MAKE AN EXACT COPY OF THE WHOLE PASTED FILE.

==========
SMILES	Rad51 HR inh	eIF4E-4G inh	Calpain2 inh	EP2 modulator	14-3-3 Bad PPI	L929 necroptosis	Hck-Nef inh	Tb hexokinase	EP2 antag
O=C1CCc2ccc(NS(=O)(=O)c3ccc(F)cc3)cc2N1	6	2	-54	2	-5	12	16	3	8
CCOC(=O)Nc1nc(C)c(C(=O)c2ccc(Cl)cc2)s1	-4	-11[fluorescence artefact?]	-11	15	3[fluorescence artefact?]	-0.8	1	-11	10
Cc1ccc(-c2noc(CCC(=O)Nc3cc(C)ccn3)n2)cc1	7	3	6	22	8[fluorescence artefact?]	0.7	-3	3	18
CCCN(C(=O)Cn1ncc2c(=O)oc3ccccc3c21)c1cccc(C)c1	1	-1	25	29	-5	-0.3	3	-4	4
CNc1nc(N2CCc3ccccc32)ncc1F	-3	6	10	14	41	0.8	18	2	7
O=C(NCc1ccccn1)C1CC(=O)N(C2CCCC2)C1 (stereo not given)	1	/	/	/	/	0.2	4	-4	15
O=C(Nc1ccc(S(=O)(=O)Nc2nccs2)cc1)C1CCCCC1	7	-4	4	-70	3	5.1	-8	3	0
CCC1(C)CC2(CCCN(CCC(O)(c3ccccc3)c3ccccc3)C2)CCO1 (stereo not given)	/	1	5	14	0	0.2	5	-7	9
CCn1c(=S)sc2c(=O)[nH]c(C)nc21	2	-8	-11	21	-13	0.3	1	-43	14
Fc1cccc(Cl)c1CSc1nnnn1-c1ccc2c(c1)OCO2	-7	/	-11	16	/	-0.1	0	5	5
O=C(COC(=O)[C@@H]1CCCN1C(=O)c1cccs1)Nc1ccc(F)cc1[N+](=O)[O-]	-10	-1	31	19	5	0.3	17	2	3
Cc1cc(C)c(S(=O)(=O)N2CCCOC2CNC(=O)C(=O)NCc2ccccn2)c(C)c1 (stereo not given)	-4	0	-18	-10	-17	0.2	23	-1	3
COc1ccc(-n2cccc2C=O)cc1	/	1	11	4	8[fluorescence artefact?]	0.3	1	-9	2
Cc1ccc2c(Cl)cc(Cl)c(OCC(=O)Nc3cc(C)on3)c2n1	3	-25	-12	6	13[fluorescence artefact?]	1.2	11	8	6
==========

SMILES	Rad51 HR inh	eIF4E-4G inh	Calpain2 inh	EP2 modulator	14-3-3 Bad PPI	L929 necroptosis	Hck-Nef inh	Tb hexokinase	EP2 antag
O=C1CCc2ccc(NS(=O)(=O)c3ccc(F)cc3)cc2N1	6	2	-54	2	-5	12	16	3	8
CCOC(=O)Nc1nc(C)c(C(=O)c2ccc(Cl)cc2)s1	-4	-11[fluorescence artefact?]	-11	15	3[fluorescence artefact?]	-0.8	1	-11	10
Cc1ccc(-c2noc(CCC(=O)Nc3cc(C)ccn3)n2)cc1	7	3	6	22	8[fluorescence artefact?]	0.7	-3	3	18
CCCN(C(=O)Cn1ncc2c(=O)oc3ccccc3c21)c1cccc(C)c1	1	-1	25	29	-5	-0.3	3	-4	4
CNc1nc(N2CCc3ccccc32)ncc1F	-3	6	10	14	41	0.8	18	2	7
O=C(NCc1ccccn1)C1CC(=O)N(C2CCCC2)C1 (stereo not given)	1	/	/	/	/	0.2	4	-4	15
O=C(Nc1ccc(S(=O)(=O)Nc2nccs2)cc1)C1CCCCC1	7	-4	4	-70	3	5.1	-8	3	0
CCC1(C)CC2(CCCN(CCC(O)(c3ccccc3)c3ccccc3)C2)CCO1 (stereo not given)	/	1	5	14	0	0.2	5	-7	9
CCn1c(=S)sc2c(=O)[nH]c(C)nc21	2	-8	-11	21	-13	0.3	1	-43	14
Fc1cccc(Cl)c1CSc1nnnn1-c1ccc2c(c1)OCO2	-7	/	-11	16	/	-0.1	0	5	5
O=C(COC(=O)[C@@H]1CCCN1C(=O)c1cccs1)Nc1ccc(F)cc1[N+](=O)[O-]	-10	-1	31	19	5	0.3	17	2	3
Cc1cc(C)c(S(=O)(=O)N2CCCOC2CNC(=O)C(=O)NCc2ccccn2)c(C)c1 (stereo not given)	-4	0	-18	-10	-17	0.2	23	-1	3
COc1ccc(-n2cccc2C=O)cc1	/	1	11	4	8[fluorescence artefact?]	0.3	1	-9	2
Cc1ccc2c(Cl)cc(Cl)c(OCC(=O)Nc3cc(C)on3)c2n1	3	-25	-12	6	13[fluorescence artefact?]	1.2	11	8	6